A dream vacation in August for many people includes rest and relaxation at a pool, lake or campsite. Rob Cain and John Price, not so much.
These two Ashland athletes — Cain is 60, Price is 56 — were looking for an active vacation that would end with a new check mark on their bucket lists. Between them, they have run 15 100-mile races and dozens of shorter ultramarathons. This time they were after something more extreme: the Trans-Alpine Run.
A stage race that covers 183 miles over 8 days in the Alps, the Trans-Alpine Run features more than 45,000 feet of climbing and plenty of rain, mud and snow.
Many men their age are more interested in reruns than long runs. This pair, however, figures that the time was right to tackle this challenge.
"I see my biological clock running out, and my ability to do this is not going to be forever,” says Cain
"It's kind of a 'do it before you're too decrepit' thing," Price adds.
A stage race puts a different demand on the body than an ultramarathon. In the Trans-Alpine, after running a marathon in the Alps, runners must wake up the next morning and do it again. And again. For eight consecutive days. Each team consists of two runners who must start and finish together.
"The hardest thing was the progression of what your body did over the course of eight days,” says Cain. “Generally you're getting run down, then more run down. Every day you're slightly less on top of things."
Injuries became the norm rather than the exception. One third of the teams eventually dropped out.
“I think it was on day three or four, between us we had a bloody knee, swollen ankle, taped-up calf, messed-up toenails, blisters,” Price recalls.
Injuries had as much to do with the different terrain as overuse.
"The main difference (between trail racing in the U.S. and the Alps) is the steepness of the trail — a factor of two to three times,” Cain explains.
A slope of 30 percent was typical and is why, these teammates discovered, European distance runners carried hiking poles. Many of the top competitors in the Trans-Alpine Run are mountaineers first and runners second. The frequent snow and rocky, technical climbs on this course suited them just fine. This über-steep hybrid of trail running and mountaineering is growing in popularity worldwide and goes by the name of sky running.
Because the challenges in this race included many faced by mountaineers — exposure to the elements, frequent risk of falls, cuts, bruises — each competitor was required to carry a small backpack.
"There was required gear that includes gloves, long-sleeved shirt — which you might already have started to wear anyway — rain pants, rain jacket, all the normal stuff you'd expect, space blanket, whistle, emergency kit, first-aid kit,” says Cain. “And a course map every day, and they'd check!"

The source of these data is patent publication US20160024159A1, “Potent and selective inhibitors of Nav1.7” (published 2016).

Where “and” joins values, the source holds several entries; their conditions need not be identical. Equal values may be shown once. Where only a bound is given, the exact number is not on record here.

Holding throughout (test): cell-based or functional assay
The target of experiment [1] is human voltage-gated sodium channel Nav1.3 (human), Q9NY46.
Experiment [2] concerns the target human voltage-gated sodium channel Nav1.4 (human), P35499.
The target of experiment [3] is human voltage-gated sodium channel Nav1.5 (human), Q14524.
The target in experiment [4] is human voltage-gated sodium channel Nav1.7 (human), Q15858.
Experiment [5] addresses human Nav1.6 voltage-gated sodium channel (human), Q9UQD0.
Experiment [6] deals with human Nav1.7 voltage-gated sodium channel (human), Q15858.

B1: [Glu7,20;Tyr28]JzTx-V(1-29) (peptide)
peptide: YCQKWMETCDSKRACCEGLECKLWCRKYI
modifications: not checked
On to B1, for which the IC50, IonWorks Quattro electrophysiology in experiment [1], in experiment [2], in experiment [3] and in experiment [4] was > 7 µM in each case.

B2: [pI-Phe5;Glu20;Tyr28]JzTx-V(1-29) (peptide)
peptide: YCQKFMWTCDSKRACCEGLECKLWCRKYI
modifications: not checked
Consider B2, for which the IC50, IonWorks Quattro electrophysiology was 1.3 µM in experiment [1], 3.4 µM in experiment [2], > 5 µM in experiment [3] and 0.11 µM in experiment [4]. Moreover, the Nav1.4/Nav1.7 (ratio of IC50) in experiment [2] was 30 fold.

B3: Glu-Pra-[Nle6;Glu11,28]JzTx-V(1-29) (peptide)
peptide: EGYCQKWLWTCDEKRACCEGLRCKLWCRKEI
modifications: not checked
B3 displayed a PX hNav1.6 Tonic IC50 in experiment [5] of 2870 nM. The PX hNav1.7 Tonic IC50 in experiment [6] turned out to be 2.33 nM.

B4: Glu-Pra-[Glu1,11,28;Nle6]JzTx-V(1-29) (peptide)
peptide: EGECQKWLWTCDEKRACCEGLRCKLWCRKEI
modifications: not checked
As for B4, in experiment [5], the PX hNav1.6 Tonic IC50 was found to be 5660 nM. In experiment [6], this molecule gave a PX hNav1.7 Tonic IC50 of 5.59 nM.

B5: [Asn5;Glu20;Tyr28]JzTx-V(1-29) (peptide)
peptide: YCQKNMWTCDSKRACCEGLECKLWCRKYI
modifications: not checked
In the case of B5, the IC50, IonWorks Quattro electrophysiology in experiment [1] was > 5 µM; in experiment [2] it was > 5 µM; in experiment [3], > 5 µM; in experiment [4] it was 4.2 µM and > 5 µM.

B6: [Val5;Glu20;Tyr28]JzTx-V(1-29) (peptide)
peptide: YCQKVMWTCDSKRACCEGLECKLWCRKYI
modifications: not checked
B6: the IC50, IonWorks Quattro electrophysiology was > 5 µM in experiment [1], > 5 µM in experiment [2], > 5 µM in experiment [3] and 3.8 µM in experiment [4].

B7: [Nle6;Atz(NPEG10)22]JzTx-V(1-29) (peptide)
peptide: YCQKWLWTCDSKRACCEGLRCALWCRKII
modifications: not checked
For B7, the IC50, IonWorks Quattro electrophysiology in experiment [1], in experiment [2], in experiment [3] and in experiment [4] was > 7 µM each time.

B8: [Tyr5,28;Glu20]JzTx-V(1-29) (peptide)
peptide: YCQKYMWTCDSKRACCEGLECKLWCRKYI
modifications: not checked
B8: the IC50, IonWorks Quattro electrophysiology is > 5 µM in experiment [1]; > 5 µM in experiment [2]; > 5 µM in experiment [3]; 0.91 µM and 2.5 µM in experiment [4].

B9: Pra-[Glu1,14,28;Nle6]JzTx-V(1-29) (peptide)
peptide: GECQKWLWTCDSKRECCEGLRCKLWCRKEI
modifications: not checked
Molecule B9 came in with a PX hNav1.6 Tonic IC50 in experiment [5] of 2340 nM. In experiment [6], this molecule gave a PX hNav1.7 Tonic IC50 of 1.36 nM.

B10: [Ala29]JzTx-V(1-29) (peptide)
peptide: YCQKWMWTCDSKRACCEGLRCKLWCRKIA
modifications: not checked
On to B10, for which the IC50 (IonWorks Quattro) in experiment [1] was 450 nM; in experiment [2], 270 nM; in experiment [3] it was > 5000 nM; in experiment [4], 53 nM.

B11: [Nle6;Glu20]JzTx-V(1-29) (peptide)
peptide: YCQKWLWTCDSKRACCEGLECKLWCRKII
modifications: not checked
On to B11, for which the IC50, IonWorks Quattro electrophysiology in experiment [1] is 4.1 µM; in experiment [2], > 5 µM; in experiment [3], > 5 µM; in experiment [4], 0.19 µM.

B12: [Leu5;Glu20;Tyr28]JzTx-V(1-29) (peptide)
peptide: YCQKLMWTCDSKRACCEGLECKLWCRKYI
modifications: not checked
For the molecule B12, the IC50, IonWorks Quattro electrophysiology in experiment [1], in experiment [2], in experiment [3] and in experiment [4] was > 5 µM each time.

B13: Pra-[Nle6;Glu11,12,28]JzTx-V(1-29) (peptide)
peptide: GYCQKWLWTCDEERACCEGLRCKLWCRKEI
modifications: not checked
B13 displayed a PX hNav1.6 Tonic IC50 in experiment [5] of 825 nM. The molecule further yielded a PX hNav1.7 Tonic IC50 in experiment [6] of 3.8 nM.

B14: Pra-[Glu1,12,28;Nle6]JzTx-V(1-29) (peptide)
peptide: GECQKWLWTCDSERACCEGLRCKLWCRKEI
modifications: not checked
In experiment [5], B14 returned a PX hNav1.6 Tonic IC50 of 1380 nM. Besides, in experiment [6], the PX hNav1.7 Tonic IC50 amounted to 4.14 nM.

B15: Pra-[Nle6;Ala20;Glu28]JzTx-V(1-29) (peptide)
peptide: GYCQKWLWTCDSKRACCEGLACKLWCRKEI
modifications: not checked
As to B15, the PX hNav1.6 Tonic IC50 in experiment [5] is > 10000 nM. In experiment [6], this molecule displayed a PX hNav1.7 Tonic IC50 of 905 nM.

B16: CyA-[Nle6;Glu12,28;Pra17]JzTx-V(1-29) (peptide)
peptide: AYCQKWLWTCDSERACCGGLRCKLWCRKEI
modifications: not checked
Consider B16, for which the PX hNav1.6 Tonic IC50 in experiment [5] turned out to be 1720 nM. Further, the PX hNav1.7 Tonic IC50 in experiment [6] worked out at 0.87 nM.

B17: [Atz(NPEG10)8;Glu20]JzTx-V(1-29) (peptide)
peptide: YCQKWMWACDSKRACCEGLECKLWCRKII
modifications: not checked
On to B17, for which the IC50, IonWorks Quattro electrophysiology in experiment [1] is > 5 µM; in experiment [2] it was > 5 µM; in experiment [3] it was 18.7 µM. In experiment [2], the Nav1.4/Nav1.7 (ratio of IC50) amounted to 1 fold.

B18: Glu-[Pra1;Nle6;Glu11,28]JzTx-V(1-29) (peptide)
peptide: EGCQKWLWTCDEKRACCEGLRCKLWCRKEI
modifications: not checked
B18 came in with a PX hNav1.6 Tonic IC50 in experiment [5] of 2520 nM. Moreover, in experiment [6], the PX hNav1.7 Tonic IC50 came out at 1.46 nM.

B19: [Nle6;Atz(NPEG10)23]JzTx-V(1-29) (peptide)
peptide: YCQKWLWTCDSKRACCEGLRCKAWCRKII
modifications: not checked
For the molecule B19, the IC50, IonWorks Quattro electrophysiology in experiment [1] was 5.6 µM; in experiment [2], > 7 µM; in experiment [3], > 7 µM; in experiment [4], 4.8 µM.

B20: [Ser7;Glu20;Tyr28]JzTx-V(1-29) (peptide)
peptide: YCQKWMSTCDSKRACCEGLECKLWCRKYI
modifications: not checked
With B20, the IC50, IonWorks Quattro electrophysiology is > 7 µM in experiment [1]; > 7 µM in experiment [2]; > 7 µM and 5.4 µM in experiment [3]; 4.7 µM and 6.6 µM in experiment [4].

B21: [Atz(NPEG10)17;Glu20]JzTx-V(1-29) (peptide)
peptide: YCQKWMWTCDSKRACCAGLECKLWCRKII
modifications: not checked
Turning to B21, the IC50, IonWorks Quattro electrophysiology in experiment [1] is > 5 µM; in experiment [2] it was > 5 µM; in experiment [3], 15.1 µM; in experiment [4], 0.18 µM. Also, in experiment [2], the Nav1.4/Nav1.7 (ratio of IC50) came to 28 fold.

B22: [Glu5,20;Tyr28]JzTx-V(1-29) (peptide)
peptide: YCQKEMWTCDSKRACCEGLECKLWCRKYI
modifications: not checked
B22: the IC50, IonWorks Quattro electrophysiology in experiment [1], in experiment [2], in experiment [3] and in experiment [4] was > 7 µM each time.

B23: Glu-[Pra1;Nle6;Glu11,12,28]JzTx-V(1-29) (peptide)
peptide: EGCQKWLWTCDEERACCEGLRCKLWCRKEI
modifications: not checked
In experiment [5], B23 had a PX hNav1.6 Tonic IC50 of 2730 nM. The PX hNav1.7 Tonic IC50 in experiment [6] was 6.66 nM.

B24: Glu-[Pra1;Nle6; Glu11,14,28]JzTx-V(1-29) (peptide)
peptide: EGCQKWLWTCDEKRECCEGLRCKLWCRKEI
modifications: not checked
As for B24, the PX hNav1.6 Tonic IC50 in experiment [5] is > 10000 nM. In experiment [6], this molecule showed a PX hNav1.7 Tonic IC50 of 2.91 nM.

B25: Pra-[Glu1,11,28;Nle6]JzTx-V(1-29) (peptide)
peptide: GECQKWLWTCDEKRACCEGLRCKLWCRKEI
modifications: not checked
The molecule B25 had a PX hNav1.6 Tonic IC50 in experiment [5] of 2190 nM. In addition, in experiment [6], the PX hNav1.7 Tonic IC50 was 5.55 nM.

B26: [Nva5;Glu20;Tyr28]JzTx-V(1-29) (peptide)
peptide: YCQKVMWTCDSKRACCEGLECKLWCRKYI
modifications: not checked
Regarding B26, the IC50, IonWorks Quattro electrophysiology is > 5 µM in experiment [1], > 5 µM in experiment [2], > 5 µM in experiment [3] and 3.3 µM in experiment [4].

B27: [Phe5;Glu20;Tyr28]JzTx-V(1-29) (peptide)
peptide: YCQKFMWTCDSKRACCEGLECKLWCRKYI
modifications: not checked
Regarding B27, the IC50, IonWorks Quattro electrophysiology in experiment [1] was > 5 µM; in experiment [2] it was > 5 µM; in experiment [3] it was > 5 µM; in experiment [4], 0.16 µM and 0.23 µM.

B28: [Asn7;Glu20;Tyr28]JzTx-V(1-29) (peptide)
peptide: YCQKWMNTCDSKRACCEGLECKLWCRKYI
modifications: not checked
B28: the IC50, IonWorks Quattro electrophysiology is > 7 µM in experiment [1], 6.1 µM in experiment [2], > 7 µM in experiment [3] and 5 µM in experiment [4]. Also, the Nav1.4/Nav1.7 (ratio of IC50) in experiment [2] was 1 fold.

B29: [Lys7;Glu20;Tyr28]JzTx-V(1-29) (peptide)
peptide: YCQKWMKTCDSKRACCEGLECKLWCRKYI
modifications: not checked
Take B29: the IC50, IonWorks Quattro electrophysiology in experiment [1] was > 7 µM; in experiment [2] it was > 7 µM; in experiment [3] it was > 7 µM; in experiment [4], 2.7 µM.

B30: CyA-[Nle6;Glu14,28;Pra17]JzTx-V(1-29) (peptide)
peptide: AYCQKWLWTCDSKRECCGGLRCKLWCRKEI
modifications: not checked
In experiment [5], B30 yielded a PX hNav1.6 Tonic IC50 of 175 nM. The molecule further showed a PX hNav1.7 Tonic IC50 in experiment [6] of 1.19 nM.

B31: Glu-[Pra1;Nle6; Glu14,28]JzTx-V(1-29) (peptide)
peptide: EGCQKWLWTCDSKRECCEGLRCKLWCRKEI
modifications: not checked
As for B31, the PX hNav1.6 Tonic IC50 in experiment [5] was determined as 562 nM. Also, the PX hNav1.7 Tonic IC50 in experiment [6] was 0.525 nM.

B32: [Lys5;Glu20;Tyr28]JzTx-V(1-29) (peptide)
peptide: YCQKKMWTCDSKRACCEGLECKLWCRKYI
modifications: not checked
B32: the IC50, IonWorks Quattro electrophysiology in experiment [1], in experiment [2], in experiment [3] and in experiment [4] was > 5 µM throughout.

What goes up must come down, and hiking poles can help on equally steep descents, except when there’s mud, which in this case was every day.
“The first day everybody was on their butts, some guys just sat, slid and bounced down the slope,” says Price.
Each stage ended in a different town in Germany, Austria or Italy. At the end of each day’s run, competitors gathered for showers, food and a place to sleep. A total of 377 teams started the race. Some shelled out Euros for B&Bs, but most spread out in gymnasiums each night with sleeping bags and wet clothes. The scene resembled a cross between a military barracks and a refugee camp.
“It was a big snorefest, and you're packed in like sardines,” says Price. “A lot of times there was no hot shower unless you were one of the first people to get there — so you'd get a cold shower. That was rugged. Then you'd see people in the morning in the camp getting up who could barely walk. … Every day at the start of the stage, they'd play 'Highway to Hell' by AC/DC."
Laundry facilities were mostly lacking and were about as effective as standing in a fountain or rinsing muddy clothes with a garden hose, a method Cain and Price resorted to several times. After a few communal nights, the Ashland pair sought out a cheap hotel room and found their run the following day much more agreeable.
The wet and smelly living conditions — combined with the unrelenting pain the Ashland runners endured — were not enough to ruin their alpine vacation.
“It's not always fun and easy when you're doing it, but later on you remember that the rest of your life,” says Price. “You remember the people, you remember the days in the mountains, those are the things you remember, the good things."
To get a feel for the Trans-Alpine Run, including a video, see http://en.transalpine-run.com
Daniel Newberry is a freelance writer living in the Applegate Valley. Email him at firstname.lastname@example.org